Cooper, also a correspondent for “60 Minutes” on CBS, has reported live from more than 40 countries since his journalism career began in 1992. He has earned a reputation as one television’s leading journalists.

Previously Cooper was and ABC News correspondent from 1995-2000, serving as anchor of ABC’s overnight newscast, “World News Now.” He also was a correspondent for “World News Tonight,” as well as “20/20.” He joined ABC from Channel One News, a school television network seen daily in more than 12,000 classrooms nationwide.

During his acceptance speech, Cooper recalled his childhood experiences watching Walter Cronkite on television. He also discussed the current political climate in which the press [is] attacked and special interests manipulate the truth.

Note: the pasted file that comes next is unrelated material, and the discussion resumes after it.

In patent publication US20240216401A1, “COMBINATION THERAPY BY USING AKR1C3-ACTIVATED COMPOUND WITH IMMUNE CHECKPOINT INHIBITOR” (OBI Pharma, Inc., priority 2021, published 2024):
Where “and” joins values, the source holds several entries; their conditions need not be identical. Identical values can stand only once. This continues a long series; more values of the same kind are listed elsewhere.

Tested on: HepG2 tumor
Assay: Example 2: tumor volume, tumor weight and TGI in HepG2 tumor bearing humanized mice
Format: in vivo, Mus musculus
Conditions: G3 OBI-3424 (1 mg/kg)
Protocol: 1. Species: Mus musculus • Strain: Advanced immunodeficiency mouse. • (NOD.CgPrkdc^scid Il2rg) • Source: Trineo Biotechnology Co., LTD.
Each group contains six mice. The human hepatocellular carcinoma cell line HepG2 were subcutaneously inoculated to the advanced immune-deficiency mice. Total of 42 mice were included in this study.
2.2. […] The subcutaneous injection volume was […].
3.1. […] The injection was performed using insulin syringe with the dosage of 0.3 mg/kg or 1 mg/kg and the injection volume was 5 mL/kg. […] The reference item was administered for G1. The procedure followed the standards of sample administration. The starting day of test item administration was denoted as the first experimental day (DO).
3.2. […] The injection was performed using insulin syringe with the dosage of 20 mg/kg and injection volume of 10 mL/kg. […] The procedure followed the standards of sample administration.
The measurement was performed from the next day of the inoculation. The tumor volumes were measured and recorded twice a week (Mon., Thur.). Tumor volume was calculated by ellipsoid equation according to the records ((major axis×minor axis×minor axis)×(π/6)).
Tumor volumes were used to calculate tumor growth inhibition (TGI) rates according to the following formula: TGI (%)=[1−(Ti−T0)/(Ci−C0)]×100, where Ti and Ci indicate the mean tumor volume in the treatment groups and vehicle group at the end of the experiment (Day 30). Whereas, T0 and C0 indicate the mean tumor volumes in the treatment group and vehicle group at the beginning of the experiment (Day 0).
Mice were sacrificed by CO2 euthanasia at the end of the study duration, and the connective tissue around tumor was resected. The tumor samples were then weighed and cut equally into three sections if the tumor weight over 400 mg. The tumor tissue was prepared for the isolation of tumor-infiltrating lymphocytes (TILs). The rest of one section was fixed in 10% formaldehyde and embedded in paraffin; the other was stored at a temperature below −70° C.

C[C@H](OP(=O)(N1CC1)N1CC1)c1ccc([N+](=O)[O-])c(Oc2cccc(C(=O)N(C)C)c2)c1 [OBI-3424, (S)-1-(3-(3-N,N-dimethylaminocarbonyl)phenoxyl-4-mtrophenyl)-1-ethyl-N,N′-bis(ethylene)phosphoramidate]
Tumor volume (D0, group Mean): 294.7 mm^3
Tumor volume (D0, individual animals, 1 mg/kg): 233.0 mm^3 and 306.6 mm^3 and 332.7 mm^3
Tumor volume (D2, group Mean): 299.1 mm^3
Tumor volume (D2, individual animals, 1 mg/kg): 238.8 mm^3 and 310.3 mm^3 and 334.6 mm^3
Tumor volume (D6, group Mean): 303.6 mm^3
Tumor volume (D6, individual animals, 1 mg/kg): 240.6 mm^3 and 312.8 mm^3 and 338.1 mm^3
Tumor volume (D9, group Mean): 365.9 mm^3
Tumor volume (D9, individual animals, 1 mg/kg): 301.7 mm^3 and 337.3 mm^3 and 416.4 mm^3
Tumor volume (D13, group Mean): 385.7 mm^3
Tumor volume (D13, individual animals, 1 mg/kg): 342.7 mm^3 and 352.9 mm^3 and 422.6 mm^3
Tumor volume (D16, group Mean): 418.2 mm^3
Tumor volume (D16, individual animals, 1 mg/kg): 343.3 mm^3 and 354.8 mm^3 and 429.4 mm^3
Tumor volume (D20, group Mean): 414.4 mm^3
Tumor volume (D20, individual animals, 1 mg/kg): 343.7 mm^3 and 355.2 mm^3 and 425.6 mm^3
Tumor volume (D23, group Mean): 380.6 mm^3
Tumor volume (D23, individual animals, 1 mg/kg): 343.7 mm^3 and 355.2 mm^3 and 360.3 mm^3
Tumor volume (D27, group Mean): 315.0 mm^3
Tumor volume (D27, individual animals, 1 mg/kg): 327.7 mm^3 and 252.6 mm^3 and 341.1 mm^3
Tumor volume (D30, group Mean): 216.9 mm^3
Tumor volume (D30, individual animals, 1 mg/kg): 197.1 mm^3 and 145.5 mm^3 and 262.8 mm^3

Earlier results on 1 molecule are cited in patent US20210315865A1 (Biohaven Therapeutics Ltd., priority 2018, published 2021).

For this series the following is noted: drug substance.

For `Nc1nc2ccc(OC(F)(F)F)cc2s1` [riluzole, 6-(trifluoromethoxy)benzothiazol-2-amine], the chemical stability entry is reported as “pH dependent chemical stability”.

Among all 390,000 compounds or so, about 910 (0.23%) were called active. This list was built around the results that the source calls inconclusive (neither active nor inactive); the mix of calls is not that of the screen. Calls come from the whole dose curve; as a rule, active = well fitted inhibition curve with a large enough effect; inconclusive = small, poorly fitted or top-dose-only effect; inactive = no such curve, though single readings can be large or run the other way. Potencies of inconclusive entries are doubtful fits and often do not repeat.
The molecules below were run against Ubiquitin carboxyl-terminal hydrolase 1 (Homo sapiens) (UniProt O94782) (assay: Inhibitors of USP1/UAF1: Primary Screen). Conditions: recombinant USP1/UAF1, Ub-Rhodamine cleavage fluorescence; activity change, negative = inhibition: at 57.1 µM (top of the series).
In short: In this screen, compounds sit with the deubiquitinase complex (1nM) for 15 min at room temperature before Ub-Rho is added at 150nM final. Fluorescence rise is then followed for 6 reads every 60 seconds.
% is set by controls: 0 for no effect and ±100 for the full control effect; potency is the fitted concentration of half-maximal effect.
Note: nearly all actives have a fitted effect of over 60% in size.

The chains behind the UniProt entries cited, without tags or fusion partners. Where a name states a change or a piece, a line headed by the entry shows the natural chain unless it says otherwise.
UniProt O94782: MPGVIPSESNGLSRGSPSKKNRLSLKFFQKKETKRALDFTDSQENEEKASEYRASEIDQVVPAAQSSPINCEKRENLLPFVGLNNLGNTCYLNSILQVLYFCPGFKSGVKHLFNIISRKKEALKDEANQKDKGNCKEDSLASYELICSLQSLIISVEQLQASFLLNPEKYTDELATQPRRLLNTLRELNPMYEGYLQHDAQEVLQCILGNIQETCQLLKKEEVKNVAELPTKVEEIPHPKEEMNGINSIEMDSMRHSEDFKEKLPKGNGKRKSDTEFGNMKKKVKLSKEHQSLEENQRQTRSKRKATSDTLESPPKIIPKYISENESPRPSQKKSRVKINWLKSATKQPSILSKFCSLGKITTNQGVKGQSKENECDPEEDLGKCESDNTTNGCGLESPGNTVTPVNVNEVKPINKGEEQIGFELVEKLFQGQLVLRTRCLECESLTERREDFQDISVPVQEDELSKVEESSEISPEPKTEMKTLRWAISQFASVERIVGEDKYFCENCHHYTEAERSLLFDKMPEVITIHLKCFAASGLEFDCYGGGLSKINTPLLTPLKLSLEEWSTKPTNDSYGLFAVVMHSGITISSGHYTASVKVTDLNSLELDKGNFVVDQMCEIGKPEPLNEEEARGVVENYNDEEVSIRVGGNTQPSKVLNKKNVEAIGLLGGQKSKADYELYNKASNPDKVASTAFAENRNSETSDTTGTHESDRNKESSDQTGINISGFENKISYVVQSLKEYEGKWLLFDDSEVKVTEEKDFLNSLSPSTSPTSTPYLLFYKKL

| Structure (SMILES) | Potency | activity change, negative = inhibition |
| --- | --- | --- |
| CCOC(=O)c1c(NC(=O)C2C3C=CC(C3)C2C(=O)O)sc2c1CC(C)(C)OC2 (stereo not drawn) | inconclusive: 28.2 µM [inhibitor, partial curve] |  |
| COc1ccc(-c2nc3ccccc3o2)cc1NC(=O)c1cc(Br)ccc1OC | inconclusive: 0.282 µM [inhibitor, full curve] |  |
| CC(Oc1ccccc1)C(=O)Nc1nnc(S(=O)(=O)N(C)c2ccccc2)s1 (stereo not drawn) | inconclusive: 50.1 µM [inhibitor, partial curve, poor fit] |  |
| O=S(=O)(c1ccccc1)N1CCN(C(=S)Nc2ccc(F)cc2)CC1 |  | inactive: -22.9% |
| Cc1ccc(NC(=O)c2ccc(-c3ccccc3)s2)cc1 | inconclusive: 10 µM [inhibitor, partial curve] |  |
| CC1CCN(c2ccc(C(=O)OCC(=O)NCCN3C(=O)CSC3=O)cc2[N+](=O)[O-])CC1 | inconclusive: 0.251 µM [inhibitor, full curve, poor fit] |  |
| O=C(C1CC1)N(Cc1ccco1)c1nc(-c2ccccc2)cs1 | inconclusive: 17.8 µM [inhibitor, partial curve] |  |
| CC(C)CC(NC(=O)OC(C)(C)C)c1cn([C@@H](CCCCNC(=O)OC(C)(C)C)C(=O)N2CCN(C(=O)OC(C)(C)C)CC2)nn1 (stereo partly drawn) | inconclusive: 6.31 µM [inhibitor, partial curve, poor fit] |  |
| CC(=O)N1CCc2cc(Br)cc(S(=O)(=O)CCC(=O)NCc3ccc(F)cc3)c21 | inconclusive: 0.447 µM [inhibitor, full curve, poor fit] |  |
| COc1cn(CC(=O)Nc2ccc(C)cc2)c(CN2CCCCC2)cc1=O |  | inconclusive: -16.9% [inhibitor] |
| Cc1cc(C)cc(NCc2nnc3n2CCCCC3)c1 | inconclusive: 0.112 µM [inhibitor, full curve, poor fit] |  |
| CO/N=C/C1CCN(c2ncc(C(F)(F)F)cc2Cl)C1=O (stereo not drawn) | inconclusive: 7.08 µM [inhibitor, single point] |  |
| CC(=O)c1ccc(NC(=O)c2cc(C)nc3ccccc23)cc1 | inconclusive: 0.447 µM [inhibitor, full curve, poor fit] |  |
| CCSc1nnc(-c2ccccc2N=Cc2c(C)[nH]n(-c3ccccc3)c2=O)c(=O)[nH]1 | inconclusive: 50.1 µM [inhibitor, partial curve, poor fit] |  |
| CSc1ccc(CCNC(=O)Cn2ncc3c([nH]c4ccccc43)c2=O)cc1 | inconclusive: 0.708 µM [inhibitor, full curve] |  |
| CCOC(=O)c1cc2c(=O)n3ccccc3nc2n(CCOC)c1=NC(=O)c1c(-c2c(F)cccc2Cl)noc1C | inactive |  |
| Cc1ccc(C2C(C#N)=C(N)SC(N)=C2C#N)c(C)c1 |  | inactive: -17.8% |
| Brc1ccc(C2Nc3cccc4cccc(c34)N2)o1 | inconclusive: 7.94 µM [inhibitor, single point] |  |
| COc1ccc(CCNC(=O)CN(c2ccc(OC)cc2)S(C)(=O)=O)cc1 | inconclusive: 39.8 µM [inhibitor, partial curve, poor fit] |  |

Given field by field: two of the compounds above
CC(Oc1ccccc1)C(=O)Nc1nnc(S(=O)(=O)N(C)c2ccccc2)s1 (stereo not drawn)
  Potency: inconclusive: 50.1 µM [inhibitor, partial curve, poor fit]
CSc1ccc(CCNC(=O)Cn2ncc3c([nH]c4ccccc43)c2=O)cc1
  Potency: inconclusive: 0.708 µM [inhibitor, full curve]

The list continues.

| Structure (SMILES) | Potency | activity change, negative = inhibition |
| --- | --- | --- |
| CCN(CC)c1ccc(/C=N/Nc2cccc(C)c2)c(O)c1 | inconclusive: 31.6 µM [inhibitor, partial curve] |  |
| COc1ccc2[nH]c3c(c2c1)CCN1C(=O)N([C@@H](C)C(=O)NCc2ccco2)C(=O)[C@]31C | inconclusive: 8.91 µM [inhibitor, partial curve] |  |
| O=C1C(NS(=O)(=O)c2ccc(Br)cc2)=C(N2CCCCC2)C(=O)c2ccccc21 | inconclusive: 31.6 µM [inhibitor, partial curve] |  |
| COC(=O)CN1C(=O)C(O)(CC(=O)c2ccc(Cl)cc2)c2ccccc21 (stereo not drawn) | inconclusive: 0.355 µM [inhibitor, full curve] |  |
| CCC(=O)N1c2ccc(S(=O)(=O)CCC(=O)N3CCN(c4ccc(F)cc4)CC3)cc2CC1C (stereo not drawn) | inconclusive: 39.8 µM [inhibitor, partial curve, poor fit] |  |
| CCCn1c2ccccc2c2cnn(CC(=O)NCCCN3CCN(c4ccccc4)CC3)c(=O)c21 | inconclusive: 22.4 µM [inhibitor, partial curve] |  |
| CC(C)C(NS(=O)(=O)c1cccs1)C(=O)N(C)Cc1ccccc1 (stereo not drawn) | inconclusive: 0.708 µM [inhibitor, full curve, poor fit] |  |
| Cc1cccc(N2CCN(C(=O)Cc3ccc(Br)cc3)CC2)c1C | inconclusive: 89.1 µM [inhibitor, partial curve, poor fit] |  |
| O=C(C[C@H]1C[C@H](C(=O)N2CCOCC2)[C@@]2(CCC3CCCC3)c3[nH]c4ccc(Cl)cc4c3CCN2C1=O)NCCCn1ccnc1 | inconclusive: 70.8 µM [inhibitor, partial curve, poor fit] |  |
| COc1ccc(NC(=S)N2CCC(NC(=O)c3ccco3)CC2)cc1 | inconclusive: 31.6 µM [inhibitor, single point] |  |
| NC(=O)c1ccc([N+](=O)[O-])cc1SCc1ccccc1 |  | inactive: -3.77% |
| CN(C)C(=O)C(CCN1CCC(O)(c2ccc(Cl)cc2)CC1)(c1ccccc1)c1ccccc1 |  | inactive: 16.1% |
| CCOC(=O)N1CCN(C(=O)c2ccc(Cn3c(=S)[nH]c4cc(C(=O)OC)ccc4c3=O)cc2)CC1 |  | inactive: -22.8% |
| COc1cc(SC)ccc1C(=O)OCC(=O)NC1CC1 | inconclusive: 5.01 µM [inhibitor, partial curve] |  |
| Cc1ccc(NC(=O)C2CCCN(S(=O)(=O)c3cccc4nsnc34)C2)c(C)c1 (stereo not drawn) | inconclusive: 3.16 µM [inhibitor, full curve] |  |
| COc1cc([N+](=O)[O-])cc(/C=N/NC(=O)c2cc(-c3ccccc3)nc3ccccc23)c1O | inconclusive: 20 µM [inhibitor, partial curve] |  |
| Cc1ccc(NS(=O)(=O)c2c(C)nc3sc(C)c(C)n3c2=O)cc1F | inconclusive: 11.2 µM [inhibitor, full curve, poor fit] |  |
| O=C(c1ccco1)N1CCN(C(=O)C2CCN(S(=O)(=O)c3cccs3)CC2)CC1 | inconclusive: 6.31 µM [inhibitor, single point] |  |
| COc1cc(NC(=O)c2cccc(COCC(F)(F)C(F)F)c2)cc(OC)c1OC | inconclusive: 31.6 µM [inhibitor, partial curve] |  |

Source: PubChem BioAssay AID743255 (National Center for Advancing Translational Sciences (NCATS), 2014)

“There is certainly much to criticize in the media and much to analyze and improve upon,” Cooper said. “But this I know: I know that the kids who are studying here (at the Cronkite School) to become journalists are not the enemies of the people.”

After the luncheon, Cooper spoke to more than 300 students who packed the First Amendment Forum. The 40-minute discussion, led by Cronkite senior Bryce Newberry, weaved Cooper’s stories from his hundreds of live reporting spots around the world with humor, a wealth of advice to the aspiring journalists and his own journey as a political science graduate of Yale University who rose through the ranks in television news.